Saturday, 23 November 2013

Christ the King 24th November 2013

If Christ is King how can he more fully be my king?

A good question as the church year ends and we go into purple next week for a new start in Advent season.

How many more church years will I follow as I prepare for eternity, you could ask, how much time is there left me here on earth to prepare for the dominion of love in heaven?

I don't know about you, but I find it far easier to sing to Christ as King in church on Sunday than to submit to him in my circumstances on Monday - or Tuesday even, Monday being my day off!

I want Christ not just to be one sphere of my life, but the ruler of my whole life, which means my every circumstance.

If I am living close to Christ the difficult conundrum is well solved, the challenging relationship has the love it needs invested in it, there is patience to live with unresolved situations and cheerfulness to overcome contingencies.

How do you keep close to Christ, since without it life gets flat or pear shaped!

Four things to consider as our service books turn back once more to Advent - prayer, bible reading, eucharist and Christian fellowship.

PRAYER  'Seven days without prayer makes one week'. 
How's your personal prayer? We did some training last month that a lot couldn't come to. During the prayer fortnight I talked one Sunday about how the Jesus Prayer helps me - 'Lord Jesus Christ, Son of God, have mercy on me a sinner'. At the start of the church's year, before Christmas crowds my diary, could I refresh the resolve to spend 5 min in prayer with Jesus every day? Just look at him, and let him look at me? Maybe a walk up to Church, always open daytime, where the Blessed Sacrament is reserved, so we're reminded always of the intimacy of Holy Communion by the Reservation light? Or thinking corporate prayer, why not join occasionally in Saturday's 8am prayer for St Giles which lasts half an hour

BIBLE READING 'Without God's Word as a lens, the world warps' 
If you want to come close to Jesus, for him to be Lord of your life, you can hardly do so without attending to his words. 'Lord to whom shall we go’ Peter said to Jesus, ‘you have the words of eternal life'.Yes, you will need a guide, for those words aren't always so clear. This is why to mark the new church year I've got everyone one of these: 'A gift for you'. Show It’s an Advent freeby, four weeks bible reading notes, a week each of Day by Day with God, Guidelines, New Daylight and The Upper Room, all four varieties produced by Bible Reading Fellowship. You could see which you prefer and order a full set in January. Incidentally I've started as a BRF writer from 2014 for their New Daylight notes. You may lack a bible in accessible language. That can easily be remedied if you so decide - we use the NRSV, New Revised Standard Version, in services here.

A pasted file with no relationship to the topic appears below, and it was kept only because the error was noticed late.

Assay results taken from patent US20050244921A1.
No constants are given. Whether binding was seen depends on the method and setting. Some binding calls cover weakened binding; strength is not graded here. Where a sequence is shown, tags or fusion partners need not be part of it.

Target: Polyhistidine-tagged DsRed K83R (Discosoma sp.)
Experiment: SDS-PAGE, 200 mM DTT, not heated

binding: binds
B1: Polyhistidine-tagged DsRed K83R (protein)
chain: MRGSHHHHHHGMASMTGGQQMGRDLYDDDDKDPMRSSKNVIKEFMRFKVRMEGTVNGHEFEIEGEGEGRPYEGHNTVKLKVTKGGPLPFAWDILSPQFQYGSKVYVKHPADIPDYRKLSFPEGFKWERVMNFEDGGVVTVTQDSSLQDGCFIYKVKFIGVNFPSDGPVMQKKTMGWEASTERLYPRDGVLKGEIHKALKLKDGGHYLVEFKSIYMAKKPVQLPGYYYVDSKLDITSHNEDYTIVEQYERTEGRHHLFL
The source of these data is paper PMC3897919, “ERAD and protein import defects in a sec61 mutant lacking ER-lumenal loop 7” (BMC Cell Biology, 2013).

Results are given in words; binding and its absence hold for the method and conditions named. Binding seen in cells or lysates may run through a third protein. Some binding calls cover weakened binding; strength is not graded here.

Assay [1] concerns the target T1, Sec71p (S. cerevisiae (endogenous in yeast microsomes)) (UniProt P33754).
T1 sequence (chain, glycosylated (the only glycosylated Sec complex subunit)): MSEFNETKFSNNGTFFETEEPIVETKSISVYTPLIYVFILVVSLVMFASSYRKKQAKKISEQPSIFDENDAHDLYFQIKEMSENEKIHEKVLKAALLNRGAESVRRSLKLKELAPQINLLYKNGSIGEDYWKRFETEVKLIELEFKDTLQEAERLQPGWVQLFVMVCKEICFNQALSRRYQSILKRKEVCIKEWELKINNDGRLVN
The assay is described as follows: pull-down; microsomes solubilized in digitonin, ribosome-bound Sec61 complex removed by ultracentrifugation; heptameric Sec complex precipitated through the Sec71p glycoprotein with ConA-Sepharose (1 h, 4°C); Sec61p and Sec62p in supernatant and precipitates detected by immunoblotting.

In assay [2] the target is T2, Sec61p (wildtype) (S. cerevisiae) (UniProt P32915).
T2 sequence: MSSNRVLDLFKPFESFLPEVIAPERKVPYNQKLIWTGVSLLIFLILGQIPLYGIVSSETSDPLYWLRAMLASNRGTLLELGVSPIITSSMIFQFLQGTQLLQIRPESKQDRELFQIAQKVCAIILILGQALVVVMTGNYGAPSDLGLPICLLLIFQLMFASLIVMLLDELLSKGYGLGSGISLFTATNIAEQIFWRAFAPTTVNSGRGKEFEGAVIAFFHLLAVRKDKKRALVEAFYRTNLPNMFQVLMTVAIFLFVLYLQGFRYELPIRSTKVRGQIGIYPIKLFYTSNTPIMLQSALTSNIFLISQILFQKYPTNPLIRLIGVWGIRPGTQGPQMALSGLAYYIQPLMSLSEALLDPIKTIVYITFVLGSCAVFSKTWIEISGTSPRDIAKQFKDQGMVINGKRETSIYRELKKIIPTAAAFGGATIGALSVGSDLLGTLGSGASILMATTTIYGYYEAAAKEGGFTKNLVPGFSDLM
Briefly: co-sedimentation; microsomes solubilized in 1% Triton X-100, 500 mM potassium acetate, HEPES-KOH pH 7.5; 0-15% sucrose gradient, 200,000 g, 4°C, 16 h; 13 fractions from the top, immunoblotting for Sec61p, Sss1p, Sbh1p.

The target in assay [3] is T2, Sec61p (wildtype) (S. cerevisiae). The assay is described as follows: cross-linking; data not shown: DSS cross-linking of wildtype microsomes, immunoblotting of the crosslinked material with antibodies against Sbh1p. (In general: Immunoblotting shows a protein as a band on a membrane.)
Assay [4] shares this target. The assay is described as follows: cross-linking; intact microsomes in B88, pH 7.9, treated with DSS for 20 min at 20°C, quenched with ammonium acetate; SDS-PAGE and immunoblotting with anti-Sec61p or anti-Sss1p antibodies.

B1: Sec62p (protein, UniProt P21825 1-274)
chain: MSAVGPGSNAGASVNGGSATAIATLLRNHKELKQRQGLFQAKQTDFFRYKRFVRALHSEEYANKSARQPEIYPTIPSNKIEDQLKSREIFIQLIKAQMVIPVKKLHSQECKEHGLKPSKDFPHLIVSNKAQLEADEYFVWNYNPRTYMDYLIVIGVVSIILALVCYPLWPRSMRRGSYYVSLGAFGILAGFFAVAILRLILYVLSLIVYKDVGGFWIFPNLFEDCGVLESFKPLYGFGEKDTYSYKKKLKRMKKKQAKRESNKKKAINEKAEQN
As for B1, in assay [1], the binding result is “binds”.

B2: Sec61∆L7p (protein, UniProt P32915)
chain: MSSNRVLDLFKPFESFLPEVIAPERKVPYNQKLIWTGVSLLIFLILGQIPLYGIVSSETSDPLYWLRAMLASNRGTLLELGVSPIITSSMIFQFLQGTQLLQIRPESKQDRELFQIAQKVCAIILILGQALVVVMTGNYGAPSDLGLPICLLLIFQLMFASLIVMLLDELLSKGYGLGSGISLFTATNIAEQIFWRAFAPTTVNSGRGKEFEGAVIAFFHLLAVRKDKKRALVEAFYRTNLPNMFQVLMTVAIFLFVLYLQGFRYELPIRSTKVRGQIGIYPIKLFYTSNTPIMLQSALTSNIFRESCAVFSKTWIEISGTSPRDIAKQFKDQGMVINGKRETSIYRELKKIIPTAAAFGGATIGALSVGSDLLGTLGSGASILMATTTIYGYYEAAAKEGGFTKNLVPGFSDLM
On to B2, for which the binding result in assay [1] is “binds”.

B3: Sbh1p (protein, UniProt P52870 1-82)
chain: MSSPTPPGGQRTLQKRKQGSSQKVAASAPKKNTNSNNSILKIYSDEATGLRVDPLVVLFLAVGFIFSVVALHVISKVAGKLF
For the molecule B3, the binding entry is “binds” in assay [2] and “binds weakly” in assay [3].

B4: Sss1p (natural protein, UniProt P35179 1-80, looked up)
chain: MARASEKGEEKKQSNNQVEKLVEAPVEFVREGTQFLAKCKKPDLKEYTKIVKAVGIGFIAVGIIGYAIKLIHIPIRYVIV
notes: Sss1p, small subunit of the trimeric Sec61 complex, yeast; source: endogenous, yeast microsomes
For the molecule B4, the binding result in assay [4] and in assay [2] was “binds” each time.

EUCHARIST  If Christ is King how can he be more fully king of my life? 
Through more frequent Holy Communion. When the Holy Spirit came on John Wesley he started attending the Eucharist every day and they drove him out of the Church of England! We wouldn't today! Maybe Jesus is wanting you to meet him in his Sacrament on a Tuesday or Friday as well as on a Sunday, especially in Advent. There are few things Jesus gives us as powerful as his body and blood in bread and wine. Do I hunger for that gift? Does it empower me? Does the sacrificial demand of it, offering my soul and body in union with Christ, excite me or disturb me? Seek him more at the altar and you will certainly find him. There is no place you can be more certain of coming close to him, and bringing those on your heart close to him.

CHRISTIAN FELLOWSHIP From time to time St Giles organises fellowship meetings around a speaker or bible study or healing ministry.  Thursdays in term time we have Life and Faith from about quarter to 2 til 3pm and it’s generally bible based. There's tonight's informal Five o''clock service which has more interaction with one another at and before and after worship than in Church. 
There's next Sunday's 4pm healing service here in St Giles. Do you hunger for God? Or hunger to hunger for God? Come and receive prayer then to do so! Lack of hunger for God’s a spiritual sickness many of us suffer from. Then your priest's always available for fellowship if you want to book to meet with him and there are also special confession times before Christmas.

PRAYER, BIBLE READING, EUCHARIST, CHRISTIAN FELLOWSHIP - these are four ways of building love and loyalty to Christ our King worthy of consideration as we enter a new church year. I would add the church library. Reading a book about the faith, or a faith story, can be a very great help, and in another medium there’s the electronic discipleship page of the church website. It’s just been refreshed and there are links there to useful resources, as well as the Rector's page with the Firmly I Believe listen again audio. From next week there’ll be the Premier Radio Advent series based in Horsted Keynes which some of you are contributing to.